KARACHI: Pakistan’s equity market on Thursday shed more than 500 points amid treasury bond yield and saving rate hikes, though the national currency continued to recover against the United States dollar, dealers and analysts said.
The benchmark KSE 100 index declined by 518 points, or 1.21 percent, to close at 42,237, as the government raised national saving certificate profit rates and investors remained concerned about electricity tariff hike by the government to meet a key condition of the International Monetary Fund (IMF).
“Stocks declined amid thin trade due to the surge in treasury bond yields by 75 bps [basis points] to 15.25 percent and a slump in global equities,” Ahsan Mehanti, chief executive officer of Arif Habib Corporation, told Arab News.
“The surge in NSS [National Saving Scheme] rates and a likely announcement regarding higher power prices to restore the IMF [loan] program [of $6 billion] played a catalyst role in the bearish close today,” he added.
Pakistan has revised profit rates on several national saving certificates and schemes by 36 to 150 bps. The rate of profit on special saving certificates has been increased by 60 bps to 13 percent. Similarly, regular certificate rate has also gone up by 36 bps to 12.36 percent while savings account rate has spiked by 150 bps to 12.25 percent.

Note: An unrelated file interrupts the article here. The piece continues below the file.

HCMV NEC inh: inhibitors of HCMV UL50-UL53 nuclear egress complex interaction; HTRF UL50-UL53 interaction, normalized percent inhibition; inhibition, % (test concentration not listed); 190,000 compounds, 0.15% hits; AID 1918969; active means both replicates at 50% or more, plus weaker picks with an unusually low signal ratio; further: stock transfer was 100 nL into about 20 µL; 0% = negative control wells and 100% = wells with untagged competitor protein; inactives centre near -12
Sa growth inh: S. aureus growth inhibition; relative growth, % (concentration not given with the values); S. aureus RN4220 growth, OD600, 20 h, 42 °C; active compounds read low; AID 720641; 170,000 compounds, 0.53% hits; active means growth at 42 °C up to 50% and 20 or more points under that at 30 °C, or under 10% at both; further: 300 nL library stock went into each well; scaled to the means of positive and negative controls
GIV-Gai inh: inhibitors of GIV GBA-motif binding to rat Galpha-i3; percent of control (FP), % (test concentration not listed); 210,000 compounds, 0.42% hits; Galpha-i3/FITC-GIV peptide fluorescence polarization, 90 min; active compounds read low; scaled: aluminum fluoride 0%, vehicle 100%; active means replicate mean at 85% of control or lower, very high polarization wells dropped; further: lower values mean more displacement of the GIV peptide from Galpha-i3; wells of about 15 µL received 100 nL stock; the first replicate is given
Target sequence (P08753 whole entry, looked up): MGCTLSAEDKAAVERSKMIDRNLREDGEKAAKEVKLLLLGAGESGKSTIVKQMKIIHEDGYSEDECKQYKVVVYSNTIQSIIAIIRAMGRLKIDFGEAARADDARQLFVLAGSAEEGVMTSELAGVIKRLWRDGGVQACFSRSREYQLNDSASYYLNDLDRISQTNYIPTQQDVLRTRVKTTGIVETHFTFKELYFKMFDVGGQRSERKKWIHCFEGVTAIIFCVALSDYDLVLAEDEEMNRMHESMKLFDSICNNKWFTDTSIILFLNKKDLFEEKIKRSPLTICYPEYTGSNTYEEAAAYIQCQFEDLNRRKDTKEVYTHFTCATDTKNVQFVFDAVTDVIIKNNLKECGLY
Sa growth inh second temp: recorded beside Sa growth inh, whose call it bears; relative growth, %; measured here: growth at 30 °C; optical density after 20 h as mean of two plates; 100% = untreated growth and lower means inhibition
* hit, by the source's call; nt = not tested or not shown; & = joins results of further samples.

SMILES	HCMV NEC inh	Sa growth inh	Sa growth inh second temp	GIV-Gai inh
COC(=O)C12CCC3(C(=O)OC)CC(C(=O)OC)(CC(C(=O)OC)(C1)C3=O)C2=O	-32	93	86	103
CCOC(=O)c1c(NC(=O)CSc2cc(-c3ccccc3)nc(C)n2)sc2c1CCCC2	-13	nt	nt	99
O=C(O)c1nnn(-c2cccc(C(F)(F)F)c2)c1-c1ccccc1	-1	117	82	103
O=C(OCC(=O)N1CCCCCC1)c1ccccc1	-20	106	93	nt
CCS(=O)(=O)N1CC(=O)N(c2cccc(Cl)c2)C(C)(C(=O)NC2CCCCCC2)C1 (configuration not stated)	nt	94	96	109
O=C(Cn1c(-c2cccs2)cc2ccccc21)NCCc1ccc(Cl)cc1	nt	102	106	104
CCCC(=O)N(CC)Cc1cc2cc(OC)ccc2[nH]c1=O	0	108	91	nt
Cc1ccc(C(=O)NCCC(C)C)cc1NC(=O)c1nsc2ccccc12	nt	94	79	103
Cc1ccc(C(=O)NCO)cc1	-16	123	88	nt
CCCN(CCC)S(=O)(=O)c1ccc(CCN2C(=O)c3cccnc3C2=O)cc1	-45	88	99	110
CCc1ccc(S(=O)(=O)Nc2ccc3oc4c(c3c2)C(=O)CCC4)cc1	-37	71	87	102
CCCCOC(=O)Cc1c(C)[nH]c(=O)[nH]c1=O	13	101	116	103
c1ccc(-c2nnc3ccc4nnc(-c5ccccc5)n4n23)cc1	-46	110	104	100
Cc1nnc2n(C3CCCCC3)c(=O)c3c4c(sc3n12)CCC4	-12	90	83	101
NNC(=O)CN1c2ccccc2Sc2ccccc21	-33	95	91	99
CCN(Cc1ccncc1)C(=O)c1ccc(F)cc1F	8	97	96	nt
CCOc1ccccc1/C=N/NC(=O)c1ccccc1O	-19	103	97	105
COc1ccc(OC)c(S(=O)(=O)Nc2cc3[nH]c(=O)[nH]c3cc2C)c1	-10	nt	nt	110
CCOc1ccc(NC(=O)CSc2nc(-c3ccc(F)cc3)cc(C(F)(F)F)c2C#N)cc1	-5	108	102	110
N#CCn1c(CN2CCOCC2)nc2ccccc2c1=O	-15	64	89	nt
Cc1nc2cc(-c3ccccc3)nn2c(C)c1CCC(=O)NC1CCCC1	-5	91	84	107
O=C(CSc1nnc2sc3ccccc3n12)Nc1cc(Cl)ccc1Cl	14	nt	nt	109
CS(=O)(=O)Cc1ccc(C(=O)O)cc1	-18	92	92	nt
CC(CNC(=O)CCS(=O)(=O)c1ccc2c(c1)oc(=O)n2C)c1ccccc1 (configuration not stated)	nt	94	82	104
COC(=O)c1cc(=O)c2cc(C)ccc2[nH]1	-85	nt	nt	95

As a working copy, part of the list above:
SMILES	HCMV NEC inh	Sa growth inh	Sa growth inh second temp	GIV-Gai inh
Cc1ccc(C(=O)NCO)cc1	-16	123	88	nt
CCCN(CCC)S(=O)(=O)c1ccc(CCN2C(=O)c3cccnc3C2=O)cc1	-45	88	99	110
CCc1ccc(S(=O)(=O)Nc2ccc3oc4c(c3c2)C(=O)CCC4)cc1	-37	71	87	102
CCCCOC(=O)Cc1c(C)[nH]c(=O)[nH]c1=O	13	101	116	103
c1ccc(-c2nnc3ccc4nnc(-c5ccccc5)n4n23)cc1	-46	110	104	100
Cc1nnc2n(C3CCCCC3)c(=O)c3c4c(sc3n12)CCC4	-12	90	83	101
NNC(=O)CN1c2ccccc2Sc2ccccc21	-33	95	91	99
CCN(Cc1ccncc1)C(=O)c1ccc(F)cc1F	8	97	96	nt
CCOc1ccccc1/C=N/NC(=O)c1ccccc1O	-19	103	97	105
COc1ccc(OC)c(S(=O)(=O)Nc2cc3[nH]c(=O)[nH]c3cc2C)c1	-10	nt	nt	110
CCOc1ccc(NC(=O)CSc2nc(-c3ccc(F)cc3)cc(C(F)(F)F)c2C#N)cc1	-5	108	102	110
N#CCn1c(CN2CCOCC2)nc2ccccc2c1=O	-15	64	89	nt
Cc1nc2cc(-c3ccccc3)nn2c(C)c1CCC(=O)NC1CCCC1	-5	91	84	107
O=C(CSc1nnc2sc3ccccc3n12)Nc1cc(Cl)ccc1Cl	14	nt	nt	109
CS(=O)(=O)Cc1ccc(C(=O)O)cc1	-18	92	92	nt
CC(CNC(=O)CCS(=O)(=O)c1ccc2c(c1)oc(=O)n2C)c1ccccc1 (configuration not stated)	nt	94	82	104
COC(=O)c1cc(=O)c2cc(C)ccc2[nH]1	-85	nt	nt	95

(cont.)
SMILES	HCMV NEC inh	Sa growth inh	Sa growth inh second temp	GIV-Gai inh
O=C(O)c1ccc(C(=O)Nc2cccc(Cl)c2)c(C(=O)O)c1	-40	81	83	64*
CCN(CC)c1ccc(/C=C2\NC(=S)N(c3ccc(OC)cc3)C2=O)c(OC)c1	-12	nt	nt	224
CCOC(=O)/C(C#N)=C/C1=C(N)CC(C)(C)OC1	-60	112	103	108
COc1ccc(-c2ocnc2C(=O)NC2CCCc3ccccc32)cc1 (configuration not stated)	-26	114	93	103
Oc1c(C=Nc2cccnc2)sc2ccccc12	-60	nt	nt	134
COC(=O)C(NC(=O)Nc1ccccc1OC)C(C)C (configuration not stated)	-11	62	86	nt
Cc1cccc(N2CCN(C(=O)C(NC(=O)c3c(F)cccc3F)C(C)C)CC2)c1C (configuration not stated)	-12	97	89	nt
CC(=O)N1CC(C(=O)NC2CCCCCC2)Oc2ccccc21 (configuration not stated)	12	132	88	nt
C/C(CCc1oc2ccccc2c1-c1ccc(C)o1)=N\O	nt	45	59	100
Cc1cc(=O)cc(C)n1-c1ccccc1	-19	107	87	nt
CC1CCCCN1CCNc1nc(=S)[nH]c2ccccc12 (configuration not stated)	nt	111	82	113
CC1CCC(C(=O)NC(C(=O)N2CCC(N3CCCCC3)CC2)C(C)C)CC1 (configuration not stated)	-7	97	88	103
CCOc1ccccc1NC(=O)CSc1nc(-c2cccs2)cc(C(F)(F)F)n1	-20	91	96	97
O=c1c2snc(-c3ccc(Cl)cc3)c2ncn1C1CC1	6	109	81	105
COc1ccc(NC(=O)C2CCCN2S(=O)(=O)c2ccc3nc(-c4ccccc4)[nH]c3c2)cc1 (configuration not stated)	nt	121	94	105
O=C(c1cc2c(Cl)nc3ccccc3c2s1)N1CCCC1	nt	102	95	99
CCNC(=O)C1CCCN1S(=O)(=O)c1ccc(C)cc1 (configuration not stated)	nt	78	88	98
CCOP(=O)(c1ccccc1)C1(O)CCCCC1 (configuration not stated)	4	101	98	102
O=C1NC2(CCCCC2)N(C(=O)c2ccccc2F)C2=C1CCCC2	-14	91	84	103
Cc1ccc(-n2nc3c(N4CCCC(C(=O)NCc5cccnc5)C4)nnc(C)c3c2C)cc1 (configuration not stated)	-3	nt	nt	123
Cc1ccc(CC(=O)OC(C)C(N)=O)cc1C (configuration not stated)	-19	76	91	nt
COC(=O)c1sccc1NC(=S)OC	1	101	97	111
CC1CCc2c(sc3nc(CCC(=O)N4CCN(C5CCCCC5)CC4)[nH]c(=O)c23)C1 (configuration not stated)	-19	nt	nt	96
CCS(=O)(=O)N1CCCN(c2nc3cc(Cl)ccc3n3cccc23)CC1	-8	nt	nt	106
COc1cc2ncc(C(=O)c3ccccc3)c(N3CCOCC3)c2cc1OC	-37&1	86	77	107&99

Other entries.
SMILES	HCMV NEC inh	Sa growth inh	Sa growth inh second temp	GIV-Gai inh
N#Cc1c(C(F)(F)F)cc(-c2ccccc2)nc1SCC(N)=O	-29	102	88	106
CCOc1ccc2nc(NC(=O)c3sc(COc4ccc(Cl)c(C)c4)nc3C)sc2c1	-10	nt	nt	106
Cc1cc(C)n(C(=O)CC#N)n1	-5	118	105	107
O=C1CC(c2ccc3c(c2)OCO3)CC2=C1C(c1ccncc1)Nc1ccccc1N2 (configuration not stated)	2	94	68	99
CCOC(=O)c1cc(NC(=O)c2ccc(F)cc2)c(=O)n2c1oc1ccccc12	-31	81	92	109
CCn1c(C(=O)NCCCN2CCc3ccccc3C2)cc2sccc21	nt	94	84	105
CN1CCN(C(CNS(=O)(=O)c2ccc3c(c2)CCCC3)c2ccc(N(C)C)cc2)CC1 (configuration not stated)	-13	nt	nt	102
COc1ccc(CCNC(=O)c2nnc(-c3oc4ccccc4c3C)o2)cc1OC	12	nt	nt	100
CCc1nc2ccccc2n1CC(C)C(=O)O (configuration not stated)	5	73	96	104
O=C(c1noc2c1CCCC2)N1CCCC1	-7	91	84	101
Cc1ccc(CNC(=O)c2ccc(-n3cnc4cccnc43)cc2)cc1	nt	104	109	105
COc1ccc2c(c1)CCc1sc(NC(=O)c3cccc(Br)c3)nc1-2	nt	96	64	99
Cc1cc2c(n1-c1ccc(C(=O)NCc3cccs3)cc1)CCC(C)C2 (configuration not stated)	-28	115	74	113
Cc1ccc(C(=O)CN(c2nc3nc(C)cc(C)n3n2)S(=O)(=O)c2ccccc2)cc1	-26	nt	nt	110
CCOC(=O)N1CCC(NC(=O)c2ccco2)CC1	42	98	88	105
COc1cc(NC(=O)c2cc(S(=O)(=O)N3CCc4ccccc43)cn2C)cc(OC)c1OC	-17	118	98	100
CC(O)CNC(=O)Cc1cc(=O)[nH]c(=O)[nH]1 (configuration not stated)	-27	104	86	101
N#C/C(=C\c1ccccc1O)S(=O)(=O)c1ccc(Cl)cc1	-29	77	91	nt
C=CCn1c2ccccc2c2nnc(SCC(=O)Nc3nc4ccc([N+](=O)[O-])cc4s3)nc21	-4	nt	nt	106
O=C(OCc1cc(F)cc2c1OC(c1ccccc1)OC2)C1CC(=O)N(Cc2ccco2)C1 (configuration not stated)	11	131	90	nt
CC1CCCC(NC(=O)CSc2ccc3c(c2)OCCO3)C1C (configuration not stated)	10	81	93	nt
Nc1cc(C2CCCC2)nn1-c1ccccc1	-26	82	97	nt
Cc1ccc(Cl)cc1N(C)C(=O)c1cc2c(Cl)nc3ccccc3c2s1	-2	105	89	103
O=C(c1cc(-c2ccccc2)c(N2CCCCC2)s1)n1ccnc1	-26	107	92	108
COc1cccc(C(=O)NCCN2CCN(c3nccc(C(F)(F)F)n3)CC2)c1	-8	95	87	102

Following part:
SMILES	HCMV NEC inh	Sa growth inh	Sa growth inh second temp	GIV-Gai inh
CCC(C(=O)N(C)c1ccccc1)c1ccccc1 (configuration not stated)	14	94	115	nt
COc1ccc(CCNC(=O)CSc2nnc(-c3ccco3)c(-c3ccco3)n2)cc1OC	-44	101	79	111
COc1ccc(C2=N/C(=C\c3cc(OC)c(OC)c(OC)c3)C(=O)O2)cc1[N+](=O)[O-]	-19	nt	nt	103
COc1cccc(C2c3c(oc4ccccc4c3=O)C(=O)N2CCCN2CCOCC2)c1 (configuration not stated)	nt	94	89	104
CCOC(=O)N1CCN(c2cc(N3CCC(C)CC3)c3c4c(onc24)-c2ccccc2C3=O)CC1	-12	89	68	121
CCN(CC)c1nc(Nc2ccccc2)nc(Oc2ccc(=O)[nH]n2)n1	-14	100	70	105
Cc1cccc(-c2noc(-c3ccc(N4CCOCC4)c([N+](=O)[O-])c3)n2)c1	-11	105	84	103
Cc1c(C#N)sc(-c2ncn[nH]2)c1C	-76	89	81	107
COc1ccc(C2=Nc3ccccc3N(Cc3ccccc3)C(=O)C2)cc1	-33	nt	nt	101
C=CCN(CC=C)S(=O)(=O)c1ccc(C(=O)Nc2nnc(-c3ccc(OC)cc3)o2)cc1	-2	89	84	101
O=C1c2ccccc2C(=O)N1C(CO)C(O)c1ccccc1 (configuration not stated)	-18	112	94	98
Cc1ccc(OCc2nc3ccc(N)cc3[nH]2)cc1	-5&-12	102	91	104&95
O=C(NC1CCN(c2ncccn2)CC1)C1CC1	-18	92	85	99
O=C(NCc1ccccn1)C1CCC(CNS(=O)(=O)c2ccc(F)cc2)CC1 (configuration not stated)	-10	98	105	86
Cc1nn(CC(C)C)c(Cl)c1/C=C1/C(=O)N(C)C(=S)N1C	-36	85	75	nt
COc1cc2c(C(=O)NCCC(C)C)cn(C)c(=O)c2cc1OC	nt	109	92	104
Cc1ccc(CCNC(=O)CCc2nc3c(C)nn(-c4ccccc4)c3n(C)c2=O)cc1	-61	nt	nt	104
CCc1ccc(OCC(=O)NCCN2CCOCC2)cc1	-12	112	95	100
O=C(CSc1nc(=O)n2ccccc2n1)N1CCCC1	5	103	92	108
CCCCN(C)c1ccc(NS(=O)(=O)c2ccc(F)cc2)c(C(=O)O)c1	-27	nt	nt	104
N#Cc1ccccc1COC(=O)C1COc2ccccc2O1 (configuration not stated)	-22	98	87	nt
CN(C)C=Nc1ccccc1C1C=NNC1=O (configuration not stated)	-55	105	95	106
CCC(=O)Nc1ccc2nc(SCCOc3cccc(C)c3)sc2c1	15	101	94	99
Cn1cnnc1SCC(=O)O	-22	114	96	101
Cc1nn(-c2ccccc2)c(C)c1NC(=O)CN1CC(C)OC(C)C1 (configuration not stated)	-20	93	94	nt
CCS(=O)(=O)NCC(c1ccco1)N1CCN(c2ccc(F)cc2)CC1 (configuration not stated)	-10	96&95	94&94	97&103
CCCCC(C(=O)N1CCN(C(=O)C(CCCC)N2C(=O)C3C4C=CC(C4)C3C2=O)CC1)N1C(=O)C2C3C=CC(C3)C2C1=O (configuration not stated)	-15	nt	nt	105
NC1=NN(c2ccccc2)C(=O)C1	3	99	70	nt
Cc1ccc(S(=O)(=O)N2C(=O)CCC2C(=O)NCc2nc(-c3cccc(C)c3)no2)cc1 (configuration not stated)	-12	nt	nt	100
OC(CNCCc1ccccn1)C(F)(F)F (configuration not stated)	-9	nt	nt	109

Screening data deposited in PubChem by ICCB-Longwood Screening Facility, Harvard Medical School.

Meanwhile, the Pakistani rupee continued to recoup some of the losses made during the recent rally against the greenback.
The national currency has been gaining strength amid expectations that Pakistan will be able to revive the IMF loan facility after the authorities raised the petroleum product prices.
The rupee gained 0.14 percent during the trading in interbank market on Thursday and closed at Rs197.59 against the dollar.
The currency hit its lowest level of Rs202.01 on May 26 against the greenback amid uncertain outcome of talks between Pakistan and the IMF in Qatar.
“The government’s measures to stabilize currency trading and hope for the revival of the IMF program have played a major role in the recovery of the rupee against the US dollar in the interbank market,” Abdul Azeem, head of research at Spectrum Securities, told Arab News.
Pakistan desperately needs external financial inflows to boost its falling foreign exchange reserves that can hardly cover two months of import payments. According to an official statement, the central bank reserves decreased by $366 million by the end of the previous week. They currently stand at about $9.72 billion.
Pakistan is expecting an immediate release of around $1 billion from the IMF after rolling back subsidies on petroleum products that would boost its forex reserves. The country has so far received $3 billion from the fund while the remaining amount is expected after the resumption of the program.
The IMF recently said that considerable progress had been made in its talks with Pakistan, though it also emphasized the urgency of removing fuel and power subsidies to achieve the program objectives.